I believe many African Americans do care about their data privacy, and that their understanding of the many ways it is unprotected is growing. The remainder of this Part describes the three constitutive elements of the Black Opticon of African American experience: (1) discriminatory oversurveillance (the panopticon), (2) discriminatory exclusion (the ban-opticon), and (3) discriminatory predation (the con-opticon). In so doing, it illustrates how attentive eyes within American society misperceive African Americans through warped lenses of racial discrimination.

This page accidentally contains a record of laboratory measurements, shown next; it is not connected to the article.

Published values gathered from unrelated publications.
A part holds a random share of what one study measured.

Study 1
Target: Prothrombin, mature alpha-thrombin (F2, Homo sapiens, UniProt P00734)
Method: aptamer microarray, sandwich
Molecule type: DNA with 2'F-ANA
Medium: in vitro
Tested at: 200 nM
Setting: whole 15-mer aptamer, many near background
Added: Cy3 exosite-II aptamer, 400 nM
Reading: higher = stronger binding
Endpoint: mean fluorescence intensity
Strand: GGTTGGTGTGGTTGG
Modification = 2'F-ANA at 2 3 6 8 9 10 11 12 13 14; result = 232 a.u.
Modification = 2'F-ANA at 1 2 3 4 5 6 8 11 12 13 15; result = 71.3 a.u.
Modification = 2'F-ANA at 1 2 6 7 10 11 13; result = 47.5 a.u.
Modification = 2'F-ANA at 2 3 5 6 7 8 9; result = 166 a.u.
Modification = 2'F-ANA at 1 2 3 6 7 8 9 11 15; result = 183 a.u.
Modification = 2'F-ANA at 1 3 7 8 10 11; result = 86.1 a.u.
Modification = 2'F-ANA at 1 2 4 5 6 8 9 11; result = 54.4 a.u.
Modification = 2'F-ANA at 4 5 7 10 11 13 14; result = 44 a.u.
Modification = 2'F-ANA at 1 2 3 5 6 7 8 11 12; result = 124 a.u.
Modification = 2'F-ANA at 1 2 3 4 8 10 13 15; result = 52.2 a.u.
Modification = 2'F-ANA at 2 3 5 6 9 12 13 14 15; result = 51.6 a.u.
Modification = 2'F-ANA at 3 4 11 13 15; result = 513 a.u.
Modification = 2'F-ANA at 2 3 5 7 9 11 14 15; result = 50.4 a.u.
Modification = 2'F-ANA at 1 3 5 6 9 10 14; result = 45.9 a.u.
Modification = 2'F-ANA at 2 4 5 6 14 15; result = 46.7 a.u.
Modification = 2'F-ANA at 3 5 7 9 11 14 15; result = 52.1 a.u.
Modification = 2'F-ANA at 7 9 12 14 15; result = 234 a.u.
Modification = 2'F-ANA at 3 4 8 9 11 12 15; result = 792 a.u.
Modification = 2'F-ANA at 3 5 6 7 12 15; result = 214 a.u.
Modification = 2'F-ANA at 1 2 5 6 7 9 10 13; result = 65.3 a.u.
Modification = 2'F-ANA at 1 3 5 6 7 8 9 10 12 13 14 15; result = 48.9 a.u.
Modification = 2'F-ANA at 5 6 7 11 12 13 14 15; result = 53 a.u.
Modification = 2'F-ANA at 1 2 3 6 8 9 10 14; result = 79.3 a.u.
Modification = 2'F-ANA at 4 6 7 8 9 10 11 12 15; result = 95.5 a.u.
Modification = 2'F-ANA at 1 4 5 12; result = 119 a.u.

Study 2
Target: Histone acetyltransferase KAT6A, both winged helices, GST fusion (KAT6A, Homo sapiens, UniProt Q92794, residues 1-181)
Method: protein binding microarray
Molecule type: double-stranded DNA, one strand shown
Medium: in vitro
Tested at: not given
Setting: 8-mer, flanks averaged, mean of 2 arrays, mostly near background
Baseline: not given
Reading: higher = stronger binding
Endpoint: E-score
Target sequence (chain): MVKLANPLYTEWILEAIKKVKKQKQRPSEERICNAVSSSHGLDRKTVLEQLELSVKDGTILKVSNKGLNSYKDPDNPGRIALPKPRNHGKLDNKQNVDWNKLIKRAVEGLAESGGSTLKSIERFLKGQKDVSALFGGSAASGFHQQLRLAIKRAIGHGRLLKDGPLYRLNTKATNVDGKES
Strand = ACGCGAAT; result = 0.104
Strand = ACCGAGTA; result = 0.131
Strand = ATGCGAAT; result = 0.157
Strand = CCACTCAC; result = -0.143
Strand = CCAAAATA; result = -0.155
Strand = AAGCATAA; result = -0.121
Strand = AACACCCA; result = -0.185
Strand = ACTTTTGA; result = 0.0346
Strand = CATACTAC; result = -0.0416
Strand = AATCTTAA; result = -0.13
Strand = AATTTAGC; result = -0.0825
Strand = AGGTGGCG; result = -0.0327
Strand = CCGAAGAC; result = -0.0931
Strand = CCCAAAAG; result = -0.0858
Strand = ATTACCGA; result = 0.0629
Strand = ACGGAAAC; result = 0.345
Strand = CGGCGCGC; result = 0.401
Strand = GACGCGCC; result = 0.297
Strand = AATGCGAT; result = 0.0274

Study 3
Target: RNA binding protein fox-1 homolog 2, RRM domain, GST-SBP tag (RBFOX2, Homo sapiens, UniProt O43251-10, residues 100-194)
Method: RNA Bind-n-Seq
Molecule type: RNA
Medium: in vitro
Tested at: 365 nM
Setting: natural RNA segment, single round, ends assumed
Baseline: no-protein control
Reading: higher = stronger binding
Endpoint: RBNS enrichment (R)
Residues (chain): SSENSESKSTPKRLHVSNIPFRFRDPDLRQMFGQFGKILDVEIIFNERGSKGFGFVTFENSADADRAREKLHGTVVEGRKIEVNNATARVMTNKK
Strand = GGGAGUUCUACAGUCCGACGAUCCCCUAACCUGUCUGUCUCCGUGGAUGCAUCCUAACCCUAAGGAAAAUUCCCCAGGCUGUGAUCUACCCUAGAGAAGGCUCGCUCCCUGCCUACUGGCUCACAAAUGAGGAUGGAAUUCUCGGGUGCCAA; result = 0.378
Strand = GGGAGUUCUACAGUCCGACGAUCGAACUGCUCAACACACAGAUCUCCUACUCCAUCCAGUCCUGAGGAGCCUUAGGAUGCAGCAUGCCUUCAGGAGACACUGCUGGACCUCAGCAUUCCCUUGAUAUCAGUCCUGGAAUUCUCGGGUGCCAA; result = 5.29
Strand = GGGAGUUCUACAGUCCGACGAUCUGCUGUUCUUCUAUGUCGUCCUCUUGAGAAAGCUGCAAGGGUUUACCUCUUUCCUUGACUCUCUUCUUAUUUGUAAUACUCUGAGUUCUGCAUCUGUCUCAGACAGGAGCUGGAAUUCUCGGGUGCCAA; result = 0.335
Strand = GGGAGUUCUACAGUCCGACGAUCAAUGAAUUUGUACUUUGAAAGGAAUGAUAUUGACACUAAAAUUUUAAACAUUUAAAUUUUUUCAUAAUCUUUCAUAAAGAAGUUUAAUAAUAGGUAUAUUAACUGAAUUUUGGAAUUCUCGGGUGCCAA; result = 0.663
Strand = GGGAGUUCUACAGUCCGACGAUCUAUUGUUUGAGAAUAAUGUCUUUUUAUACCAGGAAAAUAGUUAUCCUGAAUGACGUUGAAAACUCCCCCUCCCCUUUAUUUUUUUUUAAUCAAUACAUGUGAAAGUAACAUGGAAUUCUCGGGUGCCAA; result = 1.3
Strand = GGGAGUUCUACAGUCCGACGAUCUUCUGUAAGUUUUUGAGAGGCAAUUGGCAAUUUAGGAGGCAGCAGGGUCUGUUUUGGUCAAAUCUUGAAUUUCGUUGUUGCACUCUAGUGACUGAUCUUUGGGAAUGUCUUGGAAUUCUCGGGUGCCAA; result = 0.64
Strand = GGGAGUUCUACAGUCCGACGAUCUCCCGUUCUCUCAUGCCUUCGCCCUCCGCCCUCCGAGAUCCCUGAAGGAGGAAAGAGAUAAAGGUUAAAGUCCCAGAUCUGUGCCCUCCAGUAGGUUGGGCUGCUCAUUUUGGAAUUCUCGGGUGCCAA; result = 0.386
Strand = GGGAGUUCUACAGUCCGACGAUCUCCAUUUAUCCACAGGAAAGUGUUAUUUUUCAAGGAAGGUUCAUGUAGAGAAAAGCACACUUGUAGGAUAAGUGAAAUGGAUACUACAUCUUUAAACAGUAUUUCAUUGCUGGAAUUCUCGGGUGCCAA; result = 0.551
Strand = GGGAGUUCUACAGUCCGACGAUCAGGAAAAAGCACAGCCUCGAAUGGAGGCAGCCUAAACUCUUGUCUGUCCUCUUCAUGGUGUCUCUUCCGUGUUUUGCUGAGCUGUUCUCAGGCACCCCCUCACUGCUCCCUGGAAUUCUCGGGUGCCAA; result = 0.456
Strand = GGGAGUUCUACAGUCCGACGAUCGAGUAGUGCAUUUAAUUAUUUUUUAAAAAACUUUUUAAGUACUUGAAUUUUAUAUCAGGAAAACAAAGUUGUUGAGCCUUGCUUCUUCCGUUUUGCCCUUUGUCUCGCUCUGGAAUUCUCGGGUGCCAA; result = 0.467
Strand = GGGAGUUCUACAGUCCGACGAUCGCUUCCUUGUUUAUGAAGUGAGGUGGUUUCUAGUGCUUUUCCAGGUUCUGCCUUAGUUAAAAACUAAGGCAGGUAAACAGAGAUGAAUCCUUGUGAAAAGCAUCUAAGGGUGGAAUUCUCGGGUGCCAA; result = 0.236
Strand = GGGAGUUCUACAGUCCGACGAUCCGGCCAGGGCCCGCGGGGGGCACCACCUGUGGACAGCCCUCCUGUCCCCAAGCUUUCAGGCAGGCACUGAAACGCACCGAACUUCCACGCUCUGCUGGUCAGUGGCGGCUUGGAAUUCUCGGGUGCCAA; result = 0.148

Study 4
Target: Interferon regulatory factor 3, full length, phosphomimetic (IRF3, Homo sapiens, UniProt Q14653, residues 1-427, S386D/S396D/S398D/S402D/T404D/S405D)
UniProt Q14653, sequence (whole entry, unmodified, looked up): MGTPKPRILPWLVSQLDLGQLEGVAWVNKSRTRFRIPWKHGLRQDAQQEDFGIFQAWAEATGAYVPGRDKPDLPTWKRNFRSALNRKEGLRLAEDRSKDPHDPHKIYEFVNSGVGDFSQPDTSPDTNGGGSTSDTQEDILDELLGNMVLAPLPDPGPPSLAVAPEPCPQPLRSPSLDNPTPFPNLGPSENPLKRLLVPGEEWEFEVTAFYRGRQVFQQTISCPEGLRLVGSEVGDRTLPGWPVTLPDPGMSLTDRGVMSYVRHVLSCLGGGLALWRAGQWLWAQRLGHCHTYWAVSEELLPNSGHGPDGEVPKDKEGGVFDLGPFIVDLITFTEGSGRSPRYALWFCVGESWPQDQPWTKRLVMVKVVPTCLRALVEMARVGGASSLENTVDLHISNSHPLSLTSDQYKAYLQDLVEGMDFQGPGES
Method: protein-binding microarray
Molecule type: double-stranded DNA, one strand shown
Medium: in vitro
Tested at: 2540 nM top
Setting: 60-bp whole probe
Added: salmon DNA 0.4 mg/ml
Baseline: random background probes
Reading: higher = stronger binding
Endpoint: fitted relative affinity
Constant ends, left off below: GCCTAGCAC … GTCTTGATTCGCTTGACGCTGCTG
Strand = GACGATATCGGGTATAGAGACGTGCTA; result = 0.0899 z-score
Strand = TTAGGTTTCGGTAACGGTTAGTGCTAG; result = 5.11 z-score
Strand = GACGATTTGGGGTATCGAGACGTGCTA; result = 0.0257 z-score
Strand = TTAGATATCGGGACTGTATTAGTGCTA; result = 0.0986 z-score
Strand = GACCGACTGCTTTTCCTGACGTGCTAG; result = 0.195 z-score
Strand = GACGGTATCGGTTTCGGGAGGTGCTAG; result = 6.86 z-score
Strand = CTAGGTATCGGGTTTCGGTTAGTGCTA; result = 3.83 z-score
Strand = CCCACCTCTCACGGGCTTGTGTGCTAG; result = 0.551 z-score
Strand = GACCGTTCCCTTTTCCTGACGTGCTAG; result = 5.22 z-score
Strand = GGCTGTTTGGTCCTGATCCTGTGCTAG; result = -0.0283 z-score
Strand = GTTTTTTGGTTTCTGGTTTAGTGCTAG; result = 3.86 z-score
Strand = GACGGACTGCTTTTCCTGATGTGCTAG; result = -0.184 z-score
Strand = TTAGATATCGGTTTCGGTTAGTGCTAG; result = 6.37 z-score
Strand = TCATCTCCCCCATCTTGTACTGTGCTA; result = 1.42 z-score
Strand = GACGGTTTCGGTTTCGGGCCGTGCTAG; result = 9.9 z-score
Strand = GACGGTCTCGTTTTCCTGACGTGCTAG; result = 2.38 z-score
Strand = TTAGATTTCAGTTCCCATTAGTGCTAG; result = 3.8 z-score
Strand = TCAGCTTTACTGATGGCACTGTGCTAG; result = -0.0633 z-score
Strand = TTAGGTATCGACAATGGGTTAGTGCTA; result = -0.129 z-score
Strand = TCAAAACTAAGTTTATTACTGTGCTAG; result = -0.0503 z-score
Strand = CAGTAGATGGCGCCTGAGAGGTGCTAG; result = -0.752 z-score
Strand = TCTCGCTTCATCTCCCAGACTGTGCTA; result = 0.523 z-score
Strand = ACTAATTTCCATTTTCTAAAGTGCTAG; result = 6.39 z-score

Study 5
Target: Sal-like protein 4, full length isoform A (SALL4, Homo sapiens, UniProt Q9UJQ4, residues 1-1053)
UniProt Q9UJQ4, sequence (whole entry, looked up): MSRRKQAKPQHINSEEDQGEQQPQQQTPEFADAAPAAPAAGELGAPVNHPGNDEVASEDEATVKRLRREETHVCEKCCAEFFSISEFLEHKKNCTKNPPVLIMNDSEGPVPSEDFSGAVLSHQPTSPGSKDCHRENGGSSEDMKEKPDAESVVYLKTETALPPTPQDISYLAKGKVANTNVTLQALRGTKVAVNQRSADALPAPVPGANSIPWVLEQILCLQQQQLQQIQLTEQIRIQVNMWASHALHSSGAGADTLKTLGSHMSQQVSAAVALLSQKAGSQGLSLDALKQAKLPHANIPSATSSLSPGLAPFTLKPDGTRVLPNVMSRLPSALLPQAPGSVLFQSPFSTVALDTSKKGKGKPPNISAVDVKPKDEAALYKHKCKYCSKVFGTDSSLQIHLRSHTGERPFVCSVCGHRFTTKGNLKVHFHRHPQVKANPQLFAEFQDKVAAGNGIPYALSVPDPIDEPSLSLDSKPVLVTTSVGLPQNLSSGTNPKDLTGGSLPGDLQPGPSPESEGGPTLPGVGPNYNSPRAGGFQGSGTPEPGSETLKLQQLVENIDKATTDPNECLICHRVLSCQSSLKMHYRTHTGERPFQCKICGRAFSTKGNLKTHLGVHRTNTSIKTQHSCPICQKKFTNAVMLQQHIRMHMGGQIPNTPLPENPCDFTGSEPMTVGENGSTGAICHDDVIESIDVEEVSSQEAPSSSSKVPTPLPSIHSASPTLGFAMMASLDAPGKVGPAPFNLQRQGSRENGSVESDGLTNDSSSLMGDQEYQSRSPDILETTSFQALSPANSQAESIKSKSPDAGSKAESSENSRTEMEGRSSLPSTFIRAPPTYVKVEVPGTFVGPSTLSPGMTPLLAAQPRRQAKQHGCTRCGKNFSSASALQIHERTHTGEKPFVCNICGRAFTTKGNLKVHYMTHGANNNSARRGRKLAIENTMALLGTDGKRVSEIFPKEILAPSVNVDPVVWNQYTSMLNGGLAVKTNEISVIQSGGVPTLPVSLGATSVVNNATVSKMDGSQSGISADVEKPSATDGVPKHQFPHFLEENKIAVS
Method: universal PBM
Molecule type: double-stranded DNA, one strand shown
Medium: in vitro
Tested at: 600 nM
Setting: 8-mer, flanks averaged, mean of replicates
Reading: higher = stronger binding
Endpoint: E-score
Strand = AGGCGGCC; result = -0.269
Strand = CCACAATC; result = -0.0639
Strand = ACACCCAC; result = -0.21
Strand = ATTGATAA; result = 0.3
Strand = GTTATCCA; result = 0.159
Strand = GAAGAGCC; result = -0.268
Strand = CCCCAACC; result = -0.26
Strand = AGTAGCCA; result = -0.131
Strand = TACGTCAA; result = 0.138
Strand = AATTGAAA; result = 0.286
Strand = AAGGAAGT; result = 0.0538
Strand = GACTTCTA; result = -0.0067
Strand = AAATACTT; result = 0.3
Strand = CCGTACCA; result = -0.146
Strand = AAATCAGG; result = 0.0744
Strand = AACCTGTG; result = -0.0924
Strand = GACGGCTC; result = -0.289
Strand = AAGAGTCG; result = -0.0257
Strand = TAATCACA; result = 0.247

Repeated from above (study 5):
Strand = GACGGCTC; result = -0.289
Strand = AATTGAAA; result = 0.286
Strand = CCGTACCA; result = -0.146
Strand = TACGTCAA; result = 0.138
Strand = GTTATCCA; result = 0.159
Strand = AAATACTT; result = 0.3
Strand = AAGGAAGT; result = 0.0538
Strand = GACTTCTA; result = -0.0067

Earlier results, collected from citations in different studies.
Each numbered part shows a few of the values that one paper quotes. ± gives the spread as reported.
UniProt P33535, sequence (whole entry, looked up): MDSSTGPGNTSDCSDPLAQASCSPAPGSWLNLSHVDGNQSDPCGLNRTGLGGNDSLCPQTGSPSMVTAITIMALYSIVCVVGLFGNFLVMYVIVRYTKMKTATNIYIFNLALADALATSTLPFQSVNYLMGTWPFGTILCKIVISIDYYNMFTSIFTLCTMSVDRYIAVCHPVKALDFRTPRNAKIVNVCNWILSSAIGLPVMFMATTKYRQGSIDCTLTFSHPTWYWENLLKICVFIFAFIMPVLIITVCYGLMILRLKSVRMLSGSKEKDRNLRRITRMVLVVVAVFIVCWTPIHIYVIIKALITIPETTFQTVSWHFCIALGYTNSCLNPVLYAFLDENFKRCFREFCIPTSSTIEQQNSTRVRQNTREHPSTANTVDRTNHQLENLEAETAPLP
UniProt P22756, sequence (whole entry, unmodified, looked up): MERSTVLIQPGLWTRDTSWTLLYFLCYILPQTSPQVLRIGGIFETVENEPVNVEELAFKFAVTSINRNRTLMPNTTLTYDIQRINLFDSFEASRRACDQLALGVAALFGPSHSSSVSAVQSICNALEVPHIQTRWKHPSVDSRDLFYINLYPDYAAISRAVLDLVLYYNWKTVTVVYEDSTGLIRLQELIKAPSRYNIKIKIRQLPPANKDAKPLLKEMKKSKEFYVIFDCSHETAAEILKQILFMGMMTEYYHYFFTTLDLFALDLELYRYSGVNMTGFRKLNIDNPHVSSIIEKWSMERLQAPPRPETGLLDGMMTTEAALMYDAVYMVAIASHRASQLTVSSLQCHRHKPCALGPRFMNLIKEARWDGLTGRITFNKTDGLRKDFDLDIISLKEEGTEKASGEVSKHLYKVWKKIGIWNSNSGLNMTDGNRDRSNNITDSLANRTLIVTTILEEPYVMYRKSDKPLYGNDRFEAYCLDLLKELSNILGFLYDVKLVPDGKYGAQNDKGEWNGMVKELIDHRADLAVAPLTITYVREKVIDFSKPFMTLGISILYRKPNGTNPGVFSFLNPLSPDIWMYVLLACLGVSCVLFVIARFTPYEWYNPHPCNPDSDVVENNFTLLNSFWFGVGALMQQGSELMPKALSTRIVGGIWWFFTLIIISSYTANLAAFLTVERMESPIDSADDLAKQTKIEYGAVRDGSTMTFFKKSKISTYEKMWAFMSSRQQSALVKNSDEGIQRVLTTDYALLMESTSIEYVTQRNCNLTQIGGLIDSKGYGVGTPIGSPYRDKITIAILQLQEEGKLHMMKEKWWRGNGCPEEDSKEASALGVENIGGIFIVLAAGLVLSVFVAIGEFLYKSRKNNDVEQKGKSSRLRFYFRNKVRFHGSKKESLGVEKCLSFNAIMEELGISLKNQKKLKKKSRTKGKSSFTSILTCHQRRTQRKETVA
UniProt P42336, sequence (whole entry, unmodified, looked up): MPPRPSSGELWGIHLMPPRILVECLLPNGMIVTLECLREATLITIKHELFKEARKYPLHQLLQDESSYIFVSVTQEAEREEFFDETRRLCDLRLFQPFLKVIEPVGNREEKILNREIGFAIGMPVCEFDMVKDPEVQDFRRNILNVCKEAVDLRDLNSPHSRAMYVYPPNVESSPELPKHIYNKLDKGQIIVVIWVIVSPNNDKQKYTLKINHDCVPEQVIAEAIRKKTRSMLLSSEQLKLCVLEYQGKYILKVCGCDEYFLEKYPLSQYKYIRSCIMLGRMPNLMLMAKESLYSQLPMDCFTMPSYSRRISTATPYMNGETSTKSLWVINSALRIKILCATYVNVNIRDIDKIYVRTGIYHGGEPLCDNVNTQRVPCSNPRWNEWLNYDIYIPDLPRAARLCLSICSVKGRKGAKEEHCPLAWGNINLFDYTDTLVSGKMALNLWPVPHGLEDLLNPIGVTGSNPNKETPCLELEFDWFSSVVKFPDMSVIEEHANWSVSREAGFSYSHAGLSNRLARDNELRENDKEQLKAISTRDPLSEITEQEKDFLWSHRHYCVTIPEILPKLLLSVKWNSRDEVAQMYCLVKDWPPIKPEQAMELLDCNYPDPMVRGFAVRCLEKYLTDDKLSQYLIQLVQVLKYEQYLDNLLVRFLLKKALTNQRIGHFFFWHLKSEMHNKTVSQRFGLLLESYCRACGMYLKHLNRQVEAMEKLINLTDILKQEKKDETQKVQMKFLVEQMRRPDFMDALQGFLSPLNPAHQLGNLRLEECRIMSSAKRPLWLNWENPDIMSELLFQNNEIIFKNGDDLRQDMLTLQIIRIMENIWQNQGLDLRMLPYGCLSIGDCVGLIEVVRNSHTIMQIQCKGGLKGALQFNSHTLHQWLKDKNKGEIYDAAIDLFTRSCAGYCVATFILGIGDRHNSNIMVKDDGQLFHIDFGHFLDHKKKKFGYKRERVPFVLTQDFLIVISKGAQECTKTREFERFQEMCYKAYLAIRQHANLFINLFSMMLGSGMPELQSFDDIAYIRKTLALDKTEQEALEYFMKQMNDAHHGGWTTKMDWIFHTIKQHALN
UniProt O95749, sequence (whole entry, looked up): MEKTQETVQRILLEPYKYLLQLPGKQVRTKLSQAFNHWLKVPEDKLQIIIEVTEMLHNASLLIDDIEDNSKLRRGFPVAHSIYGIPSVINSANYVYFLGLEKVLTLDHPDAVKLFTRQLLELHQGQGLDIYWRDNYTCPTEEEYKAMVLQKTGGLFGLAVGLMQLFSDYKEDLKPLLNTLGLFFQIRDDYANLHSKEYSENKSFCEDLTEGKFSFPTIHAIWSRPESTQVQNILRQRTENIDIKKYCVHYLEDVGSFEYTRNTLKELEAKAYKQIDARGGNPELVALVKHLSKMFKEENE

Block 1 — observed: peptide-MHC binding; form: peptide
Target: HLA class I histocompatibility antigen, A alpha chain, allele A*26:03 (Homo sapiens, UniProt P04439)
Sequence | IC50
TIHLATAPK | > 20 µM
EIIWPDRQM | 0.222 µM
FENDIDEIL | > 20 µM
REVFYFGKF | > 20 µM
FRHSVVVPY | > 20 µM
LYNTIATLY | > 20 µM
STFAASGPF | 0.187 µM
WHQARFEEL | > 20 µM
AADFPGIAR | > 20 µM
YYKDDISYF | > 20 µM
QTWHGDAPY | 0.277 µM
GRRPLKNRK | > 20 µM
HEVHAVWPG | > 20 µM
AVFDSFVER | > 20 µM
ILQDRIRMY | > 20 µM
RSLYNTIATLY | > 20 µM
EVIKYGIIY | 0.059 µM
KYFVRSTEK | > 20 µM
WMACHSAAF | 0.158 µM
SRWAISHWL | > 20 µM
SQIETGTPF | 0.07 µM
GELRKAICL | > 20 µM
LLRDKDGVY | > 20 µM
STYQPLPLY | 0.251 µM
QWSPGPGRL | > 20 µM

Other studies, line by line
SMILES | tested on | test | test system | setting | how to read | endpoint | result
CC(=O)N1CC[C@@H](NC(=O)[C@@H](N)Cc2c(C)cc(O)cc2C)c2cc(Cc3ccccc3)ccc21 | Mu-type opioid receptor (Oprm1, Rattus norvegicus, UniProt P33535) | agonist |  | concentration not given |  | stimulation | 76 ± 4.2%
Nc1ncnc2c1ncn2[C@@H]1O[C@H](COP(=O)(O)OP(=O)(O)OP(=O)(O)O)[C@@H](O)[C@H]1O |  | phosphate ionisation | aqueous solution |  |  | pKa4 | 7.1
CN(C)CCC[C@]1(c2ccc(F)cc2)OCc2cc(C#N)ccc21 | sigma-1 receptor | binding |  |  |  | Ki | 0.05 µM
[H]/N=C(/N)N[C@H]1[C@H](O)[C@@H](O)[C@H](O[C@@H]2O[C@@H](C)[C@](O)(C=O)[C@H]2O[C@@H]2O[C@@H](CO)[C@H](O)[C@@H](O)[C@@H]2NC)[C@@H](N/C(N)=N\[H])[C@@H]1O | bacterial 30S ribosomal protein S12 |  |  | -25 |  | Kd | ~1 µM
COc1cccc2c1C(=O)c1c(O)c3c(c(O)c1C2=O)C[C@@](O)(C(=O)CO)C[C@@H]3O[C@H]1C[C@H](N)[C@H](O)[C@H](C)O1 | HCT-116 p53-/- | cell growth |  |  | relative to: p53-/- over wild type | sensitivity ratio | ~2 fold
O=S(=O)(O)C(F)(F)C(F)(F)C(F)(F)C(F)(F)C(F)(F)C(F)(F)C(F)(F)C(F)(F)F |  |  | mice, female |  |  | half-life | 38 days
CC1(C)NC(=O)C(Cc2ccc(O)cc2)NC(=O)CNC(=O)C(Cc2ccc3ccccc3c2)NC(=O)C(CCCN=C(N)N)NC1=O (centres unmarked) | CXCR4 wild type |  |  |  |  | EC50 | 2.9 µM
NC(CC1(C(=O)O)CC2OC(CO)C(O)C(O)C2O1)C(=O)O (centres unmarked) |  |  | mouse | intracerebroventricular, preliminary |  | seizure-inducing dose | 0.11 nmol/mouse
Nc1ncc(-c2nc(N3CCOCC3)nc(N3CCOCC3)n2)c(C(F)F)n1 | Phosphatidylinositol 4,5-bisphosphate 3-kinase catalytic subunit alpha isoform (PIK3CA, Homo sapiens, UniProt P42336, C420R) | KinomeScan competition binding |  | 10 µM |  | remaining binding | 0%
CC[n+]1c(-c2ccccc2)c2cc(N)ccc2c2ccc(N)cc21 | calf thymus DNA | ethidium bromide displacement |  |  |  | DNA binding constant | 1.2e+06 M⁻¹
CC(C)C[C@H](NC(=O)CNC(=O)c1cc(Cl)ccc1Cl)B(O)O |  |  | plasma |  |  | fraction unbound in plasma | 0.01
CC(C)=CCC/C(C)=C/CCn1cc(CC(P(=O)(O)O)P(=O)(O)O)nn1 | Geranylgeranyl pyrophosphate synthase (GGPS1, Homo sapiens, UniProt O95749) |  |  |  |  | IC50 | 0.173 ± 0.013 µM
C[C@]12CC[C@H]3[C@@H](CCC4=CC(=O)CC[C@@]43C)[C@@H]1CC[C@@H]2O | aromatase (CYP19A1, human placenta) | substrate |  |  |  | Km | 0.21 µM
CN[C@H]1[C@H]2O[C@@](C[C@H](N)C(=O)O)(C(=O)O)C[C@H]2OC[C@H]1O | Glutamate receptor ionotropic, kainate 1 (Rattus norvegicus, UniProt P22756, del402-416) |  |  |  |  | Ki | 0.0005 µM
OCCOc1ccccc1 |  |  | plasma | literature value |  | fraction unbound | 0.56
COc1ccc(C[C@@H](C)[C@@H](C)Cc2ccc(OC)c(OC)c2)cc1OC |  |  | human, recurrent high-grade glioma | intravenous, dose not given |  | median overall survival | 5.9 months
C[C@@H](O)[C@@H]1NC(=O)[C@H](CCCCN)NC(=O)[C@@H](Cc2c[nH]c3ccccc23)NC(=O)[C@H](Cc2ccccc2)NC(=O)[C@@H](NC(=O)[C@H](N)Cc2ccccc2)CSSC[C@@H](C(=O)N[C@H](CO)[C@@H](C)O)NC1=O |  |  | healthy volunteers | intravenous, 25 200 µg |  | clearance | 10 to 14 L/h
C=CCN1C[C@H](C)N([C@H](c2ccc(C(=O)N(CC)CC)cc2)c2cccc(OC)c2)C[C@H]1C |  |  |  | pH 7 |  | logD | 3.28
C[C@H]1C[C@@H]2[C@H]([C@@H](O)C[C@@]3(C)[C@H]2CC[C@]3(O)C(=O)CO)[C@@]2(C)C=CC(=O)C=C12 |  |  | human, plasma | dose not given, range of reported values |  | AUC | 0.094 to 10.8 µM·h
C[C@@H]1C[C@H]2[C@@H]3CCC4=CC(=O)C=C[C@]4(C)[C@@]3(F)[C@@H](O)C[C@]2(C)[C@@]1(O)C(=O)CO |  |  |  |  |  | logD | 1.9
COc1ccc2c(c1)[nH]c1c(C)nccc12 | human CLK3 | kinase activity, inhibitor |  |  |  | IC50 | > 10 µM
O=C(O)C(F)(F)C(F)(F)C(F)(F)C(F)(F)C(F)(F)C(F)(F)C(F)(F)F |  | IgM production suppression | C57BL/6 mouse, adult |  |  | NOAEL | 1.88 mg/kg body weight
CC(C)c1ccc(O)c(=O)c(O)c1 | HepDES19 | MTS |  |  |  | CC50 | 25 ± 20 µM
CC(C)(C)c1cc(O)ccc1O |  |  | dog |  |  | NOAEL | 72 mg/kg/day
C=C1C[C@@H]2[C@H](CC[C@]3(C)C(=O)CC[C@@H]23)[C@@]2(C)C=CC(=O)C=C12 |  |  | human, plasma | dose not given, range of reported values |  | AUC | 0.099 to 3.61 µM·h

Elements of the Black Opticon have been recognized for decades. In fact, since the dawn of the computer age, wary privacy scholars have emphasized that watching and monitoring individuals with the aid of technology threatens privacy—both for its tendency to chill and control behavior, and for its potential to efficiently reveal and disseminate intimate, personal, incriminating, and sensitive information. For example, Alan Westin’s 1964 treatise, Privacy and Freedom, among the most influential law-related privacy studies of all time, noted the special susceptibility of African Americans to the panoptic threat.49 According to Westin, privacy denotes a certain claim that all people make for self-determination: “Privacy is the claim of individuals, groups, or institutions to determine for themselves when, how, and to what extent information about them is communicated to others.”50 Distinguishing physical, psychological, and data surveillance, Westin explicitly mentioned African Americans in relation to concerns about covert physical surveillance and discrimination by segregationists within a white power structure.51 Arthur R. Miller raised political surveillance as a privacy problem facing African Americans in his landmark 1971 Assault on Privacy.52 And a more obscure early book devoted to privacy in America, Michael F. Mayer’s 1972 Rights of Privacy,53 decried the unlawful wiretapping surveillance of Martin Luther King Jr. that was revealed in the trial of Cassius Clay (Muhammed Ali).54 Mayer devoted a short chapter to the oversurveillance of the poor dependent on government housing and other benefits,55 foreshadowing Khiara M. Bridges’s work on privacy and poverty.56